DATE OF EVENT: Thursday, May 26, 1977
DATE PUBLISHED: Friday, May 27, 1977
Editor’s note: The Kansas City School District sued 18 Missouri and Kansas school districts in 1977, launching what would be years of litigation surrounding school desegregation.
Through a series of legal maneuvers, the suburban schools were dismissed from the original lawsuit and the Kansas City School District became the defendant.
So began more than 25 years of attempts to integrate and improve the school district. Magnet schools, renovations, busing, a tax increase and more than $2 billion in expenditures would all be undertaken before the district would be released from court control in 2003.
Foreshadowing years of litigation over the issue of metropolitan desegregation, the Kansas City School District filed suit yesterday against 18 Missouri and Kansas school systems, the two state governments and three federal departments.
Instead of seeking the consolidation of the area school systems, the suit asks Judge John W. Oliver of U.S. District Court to order the reassignment of students between the Kansas City School District and the other districts.
“Areawide unlawful segregation caused the racial isolation of plaintiff district and only areawide desegregation can undo the effects of those practices,” alleges the suit, which challenges a range of housing, employment and state education policies.
Without a metropolitan solution to a metropolitan problem, equal protection of the laws cannot be afforded students in the Kansas City School District, the suit states.
The suit could provide important legal precedents in the evolving area of metropolitan desegregation law.
It is the first metropolitan desegregation suit attempting to cross a state line and is the first time a school district has filed as a plaintiff in a metropolitan desegregation case. …
James Borthwick, who is leading a team of district attorneys and consultants, acknowledged yesterday that the suit could take several years to resolve.
The school board first authorized the suit two years ago when it set out a comprehensive desegregation strategy that included a minimal interim desegregation plan within the district boundaries coupled with the metropolitan lawsuit. …
The suit was brought against five Kansas and 13 Missouri school systems, which were announced earlier. The systems represent 90 per cent of the Kansas City area population.
The Kansas districts are Shawnee Mission; Kansas City, Kansas; Olathe, and Turner and Stanley in southeast Johnson County. The Missouri districts are Belton, Blue Springs, Center, Grandview, Hickman Mills, Lee’s Summit, Liberty, Independence, Ft. Osage, North Kansas City, Park Hill, Raytown and Raymore-Peculiar. …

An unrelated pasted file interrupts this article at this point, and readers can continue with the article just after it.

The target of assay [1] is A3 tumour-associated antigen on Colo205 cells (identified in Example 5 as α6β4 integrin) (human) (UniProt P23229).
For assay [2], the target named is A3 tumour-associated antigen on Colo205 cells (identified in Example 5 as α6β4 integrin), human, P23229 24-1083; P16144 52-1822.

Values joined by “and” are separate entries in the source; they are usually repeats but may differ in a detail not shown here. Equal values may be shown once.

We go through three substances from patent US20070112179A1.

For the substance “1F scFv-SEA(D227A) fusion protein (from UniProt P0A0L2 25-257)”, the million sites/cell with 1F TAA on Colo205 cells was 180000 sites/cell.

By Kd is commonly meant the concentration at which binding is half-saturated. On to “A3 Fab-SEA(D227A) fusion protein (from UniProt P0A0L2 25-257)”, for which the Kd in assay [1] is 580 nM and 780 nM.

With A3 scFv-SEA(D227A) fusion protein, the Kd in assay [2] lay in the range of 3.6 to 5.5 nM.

The suit goes no further in recommending the specifics of metropolitan desegregation other than asking for the reassignment of students across district lines.
Such reassignments not only would eliminate the vestiges of illegally segregated schools, the district argues, but would be opportunities to improve education offerings and to increase parental involvement.
Transportation systems, the area’s geography and existing examples of intergovernmental co-operation provide an opportunity for student interaction “with the least possible disruption of existing school structures,” the suit stated.
In outlining the alleged constitutional violation, the distract said that before the 1954 U. S. Supreme Court decision outlawing school segregation, the states of Missouri and Kansas required segregation in many important aspects of metropolitan life.
“State action sanctioned and at times required racial segregation in such areas as housing, employment, recreation, transportation and public education,” the suit charged.
Narrowing down to education, the district charged that the local school systems were the states’ tools “for making segregation a reality within and between school districts.”
“In some instances, students were permitted or required to cross school district and state lines to enforce school and district segregation,” the suit charged.
As a result, minority race persons are concentrated within the Kansas City and Kansas City, Kansas, school systems, but not in other districts.
The Kansas City School District currently enrolls two-thirds minority race students and the Kansas City, Kansas, system enrolls 40 per cent minority race students. All of the 19 districts combined (the 18 in the suit and the Kansas City system) enroll less than 20 percent minority students.
While the Kansas City district operates a legally desegregated system, the suit charged, a state system that continues the pre-1954 segregation of students still exists in the metropolitan area.
Kansas City students, consequently, are required to attend school in a racially isolated system of public education in the metropolitan area. Those schools, the suit alleged, are labeled with a “badge of inferiority” that deprives the students of equal protection of the laws.